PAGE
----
Keeping premiums on the level
A retired couple has found a way to keep the premiums on their health insurance level for the rest of their life, making them the envy of the country.
But the case, which has come to light as a result of the work of the insurance ombudsman, is likely to set the phones ringing at their insurer AIA.
Recent months have seen headlines over the punishing rises in health insurance premiums for retired New Zealanders as health insurers move to pass the rising costs of surgery and higher claims on to policyholders.
But AIA has agreed to never raise one retired couple's premiums for the rest of the time they hold their policies thanks to a marketing brochure the couple held on to after buying their policies in 2001.
The brochure stated that there would be "No Premium Increase after age 65" and the policy description document stated "Level premiums from Age 65", but the couple (the man turned 65 in 2004 and the woman in 2009) were hit by a large increase in the policy's premiums in 2010, and then again in 2011.
When the couple queried the increase, AIA advised that the increase was a general company rate increase and not an age- related increase.
The insurance ombudsman's decision noted that: "After discussions with the case manager, [the insurer] agreed to settle the complaint, by reducing the premiums to the level they were at in January 2010 (the year following the complainant's wife's 65th birthday) and refunding the overpayment of the premiums for 2010 and 2011. [The insurer] confirmed that the premiums would remain at that same level for the duration of the policy."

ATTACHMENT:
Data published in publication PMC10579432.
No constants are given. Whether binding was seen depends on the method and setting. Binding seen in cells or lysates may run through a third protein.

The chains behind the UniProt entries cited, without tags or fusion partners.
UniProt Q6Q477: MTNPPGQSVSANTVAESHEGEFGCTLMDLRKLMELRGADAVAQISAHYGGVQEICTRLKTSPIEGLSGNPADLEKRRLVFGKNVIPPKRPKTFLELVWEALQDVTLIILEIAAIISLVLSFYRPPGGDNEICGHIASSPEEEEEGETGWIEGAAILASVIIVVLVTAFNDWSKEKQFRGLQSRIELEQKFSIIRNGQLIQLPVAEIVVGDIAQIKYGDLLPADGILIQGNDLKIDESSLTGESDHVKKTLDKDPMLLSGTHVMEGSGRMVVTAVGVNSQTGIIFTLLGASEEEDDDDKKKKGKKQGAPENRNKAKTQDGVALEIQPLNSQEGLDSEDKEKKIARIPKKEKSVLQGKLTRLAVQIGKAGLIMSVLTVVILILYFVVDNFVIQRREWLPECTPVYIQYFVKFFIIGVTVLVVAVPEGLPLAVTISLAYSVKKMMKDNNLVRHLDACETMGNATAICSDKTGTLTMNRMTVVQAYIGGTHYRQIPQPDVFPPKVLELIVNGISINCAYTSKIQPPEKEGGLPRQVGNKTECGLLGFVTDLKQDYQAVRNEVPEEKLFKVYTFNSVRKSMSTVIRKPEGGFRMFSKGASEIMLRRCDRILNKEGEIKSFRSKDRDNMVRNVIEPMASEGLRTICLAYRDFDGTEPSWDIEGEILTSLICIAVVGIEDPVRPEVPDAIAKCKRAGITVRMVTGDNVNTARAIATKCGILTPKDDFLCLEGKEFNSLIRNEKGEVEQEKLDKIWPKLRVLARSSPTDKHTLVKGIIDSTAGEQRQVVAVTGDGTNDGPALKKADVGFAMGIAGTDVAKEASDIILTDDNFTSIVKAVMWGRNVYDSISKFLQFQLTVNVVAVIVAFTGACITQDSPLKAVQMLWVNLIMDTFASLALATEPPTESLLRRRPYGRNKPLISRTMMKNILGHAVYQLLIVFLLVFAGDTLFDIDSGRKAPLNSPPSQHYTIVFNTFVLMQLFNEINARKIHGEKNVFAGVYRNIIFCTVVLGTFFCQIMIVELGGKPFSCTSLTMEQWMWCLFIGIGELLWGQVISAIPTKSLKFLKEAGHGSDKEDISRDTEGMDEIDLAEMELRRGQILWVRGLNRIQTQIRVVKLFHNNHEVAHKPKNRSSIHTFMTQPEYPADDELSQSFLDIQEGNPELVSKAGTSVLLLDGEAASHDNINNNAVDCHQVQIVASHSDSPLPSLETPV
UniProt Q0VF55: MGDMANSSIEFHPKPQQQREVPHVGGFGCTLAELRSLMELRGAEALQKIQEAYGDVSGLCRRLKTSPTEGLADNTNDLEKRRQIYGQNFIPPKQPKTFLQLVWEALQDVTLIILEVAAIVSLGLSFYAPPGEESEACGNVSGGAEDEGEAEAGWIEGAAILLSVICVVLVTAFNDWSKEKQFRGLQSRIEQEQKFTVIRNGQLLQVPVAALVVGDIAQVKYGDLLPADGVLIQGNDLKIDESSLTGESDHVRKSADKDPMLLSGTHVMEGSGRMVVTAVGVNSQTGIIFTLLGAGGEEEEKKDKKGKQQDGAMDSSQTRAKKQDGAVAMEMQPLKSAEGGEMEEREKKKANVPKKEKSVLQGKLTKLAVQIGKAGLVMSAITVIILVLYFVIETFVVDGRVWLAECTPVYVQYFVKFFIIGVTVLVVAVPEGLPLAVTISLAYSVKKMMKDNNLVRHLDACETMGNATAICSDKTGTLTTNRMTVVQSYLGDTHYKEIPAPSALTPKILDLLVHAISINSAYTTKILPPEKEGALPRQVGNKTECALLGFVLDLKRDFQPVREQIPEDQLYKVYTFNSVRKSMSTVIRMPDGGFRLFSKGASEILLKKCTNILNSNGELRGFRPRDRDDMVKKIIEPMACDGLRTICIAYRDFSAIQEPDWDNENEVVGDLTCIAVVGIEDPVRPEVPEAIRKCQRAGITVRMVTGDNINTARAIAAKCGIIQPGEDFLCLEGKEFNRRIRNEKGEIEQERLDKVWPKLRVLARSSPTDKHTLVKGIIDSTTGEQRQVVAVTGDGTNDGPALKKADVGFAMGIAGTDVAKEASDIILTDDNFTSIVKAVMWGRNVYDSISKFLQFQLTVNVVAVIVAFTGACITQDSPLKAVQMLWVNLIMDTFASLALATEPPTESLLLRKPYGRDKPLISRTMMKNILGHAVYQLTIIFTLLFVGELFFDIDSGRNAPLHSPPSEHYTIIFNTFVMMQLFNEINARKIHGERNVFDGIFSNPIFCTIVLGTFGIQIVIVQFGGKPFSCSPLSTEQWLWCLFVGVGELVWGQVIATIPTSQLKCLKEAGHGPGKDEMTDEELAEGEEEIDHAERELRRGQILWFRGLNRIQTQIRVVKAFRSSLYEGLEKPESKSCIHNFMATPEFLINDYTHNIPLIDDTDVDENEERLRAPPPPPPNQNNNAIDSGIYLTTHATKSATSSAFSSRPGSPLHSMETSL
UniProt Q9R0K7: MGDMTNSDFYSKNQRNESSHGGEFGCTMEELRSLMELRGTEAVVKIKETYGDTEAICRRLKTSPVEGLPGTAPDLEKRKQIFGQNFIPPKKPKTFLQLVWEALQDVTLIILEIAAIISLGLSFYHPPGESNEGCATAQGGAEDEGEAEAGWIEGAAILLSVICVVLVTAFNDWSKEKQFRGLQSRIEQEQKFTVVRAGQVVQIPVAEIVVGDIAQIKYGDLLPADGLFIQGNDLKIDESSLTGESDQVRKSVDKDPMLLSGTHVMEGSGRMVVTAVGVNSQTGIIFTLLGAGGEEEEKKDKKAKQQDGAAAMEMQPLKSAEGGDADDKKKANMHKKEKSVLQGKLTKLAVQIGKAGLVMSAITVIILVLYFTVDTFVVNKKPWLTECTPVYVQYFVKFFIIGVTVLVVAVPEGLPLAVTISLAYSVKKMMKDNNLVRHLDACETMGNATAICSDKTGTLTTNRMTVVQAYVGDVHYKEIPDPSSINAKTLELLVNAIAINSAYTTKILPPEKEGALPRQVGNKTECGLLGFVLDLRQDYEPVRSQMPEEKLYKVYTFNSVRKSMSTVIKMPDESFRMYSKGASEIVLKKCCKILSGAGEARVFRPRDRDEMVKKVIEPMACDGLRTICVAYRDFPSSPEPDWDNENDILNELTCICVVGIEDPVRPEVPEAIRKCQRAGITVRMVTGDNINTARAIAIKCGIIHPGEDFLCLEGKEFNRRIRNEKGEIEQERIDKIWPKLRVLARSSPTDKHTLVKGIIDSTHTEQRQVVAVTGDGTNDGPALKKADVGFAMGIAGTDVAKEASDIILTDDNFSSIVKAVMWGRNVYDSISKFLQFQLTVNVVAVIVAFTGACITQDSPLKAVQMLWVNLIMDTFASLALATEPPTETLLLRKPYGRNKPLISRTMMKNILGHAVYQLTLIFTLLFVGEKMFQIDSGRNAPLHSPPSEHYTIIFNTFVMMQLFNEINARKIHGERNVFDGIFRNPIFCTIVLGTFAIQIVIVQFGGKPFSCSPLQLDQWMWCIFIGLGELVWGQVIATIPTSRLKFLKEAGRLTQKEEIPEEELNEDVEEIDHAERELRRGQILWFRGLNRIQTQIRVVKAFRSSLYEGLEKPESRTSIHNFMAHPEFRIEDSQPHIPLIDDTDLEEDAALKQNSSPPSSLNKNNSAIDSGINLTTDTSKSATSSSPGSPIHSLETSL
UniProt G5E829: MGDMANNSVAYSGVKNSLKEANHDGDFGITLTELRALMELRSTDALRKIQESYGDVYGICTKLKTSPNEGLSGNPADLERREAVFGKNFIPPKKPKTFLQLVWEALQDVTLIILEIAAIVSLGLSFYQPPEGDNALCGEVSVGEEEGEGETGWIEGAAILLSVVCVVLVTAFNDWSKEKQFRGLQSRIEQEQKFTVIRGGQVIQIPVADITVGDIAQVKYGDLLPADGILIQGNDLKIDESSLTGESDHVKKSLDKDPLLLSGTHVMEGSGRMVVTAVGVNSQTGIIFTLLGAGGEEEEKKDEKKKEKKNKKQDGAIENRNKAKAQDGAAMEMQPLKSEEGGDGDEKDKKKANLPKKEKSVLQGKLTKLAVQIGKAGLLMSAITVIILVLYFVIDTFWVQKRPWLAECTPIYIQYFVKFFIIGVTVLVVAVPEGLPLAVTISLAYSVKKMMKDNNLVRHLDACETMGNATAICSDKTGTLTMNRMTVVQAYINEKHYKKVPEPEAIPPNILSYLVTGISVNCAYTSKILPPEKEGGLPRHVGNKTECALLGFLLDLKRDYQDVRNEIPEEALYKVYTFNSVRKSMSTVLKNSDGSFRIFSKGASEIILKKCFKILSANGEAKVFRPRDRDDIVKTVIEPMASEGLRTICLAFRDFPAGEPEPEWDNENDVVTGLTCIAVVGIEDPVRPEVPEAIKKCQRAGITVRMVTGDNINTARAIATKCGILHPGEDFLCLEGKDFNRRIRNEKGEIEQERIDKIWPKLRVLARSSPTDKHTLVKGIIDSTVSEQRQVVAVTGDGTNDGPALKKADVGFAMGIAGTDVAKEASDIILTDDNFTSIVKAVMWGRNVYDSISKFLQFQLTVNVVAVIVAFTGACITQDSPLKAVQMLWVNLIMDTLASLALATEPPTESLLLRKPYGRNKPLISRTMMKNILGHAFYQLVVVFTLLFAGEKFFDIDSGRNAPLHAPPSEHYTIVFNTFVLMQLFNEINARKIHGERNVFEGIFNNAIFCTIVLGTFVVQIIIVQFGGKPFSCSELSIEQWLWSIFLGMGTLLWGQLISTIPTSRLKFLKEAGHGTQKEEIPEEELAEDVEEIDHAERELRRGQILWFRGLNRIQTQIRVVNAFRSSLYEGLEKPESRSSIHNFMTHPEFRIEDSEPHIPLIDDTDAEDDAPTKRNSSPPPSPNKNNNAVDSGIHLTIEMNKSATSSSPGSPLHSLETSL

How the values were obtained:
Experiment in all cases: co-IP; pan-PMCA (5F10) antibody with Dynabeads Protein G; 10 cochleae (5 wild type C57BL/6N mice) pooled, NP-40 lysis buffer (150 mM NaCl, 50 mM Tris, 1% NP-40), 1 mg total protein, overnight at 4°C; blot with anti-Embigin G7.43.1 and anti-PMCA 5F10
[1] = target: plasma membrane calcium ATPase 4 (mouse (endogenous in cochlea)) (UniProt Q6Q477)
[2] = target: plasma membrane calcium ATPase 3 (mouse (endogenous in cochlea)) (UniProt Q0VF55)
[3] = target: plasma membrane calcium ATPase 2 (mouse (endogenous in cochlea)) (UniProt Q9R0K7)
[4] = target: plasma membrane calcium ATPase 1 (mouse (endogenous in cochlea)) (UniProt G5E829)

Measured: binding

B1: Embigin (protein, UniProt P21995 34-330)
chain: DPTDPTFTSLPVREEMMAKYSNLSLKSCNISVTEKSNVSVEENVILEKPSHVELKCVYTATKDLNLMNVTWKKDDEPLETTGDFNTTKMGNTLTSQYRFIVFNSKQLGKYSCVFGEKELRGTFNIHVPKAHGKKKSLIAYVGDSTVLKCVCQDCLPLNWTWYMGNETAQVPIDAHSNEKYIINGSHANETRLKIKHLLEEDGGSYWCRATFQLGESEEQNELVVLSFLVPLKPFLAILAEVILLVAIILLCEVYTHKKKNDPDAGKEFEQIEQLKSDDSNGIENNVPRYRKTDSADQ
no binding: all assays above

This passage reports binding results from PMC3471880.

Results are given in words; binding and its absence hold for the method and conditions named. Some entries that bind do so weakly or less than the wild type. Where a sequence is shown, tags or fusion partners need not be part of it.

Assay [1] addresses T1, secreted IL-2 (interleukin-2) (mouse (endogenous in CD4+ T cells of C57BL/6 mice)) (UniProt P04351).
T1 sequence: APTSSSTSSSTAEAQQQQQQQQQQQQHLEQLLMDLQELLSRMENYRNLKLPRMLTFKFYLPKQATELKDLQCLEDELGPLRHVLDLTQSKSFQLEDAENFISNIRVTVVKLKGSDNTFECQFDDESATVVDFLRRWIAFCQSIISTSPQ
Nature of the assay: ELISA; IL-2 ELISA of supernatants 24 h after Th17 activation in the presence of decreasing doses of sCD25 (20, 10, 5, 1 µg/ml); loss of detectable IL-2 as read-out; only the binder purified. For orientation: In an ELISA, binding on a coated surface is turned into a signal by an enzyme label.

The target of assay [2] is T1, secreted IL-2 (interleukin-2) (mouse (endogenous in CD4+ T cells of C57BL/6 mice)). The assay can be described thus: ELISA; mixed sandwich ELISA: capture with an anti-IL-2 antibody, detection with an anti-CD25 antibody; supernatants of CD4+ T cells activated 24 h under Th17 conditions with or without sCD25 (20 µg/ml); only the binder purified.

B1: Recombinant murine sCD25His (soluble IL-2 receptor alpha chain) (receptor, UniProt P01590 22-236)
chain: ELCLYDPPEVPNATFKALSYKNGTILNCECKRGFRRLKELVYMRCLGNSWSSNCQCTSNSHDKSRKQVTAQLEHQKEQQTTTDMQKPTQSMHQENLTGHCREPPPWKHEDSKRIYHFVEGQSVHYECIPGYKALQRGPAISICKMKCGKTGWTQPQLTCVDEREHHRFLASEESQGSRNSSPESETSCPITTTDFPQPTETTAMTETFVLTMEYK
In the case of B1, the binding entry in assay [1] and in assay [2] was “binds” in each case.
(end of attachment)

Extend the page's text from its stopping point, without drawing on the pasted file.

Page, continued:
The case seems to relate to AIA's Superior Health Cover insurance which was marketed back in 2000 on its website as having "Level premiums from Age 65 onwards", though by 2007 the marketing brochure for the cover had changed resulting in a rather curious "Level from age 65" with a footnote indicating that the premiums were in fact not level. The footnote read: "Premiums are not guaranteed and may change on notice at any time."
AIA said the complaint "was settled on the specific facts pertinent to that case" and that its current marketing material makes no reference to premiums being "Level from Age 65".
But it continues to use the terminology. In its statement to the Sunday Star-Times, AIA said "While premiums are level after age 65 (that is, they do not simply change on policy anniversary dates), they will periodically increase due to such things as medical inflation."
Sunday Star Times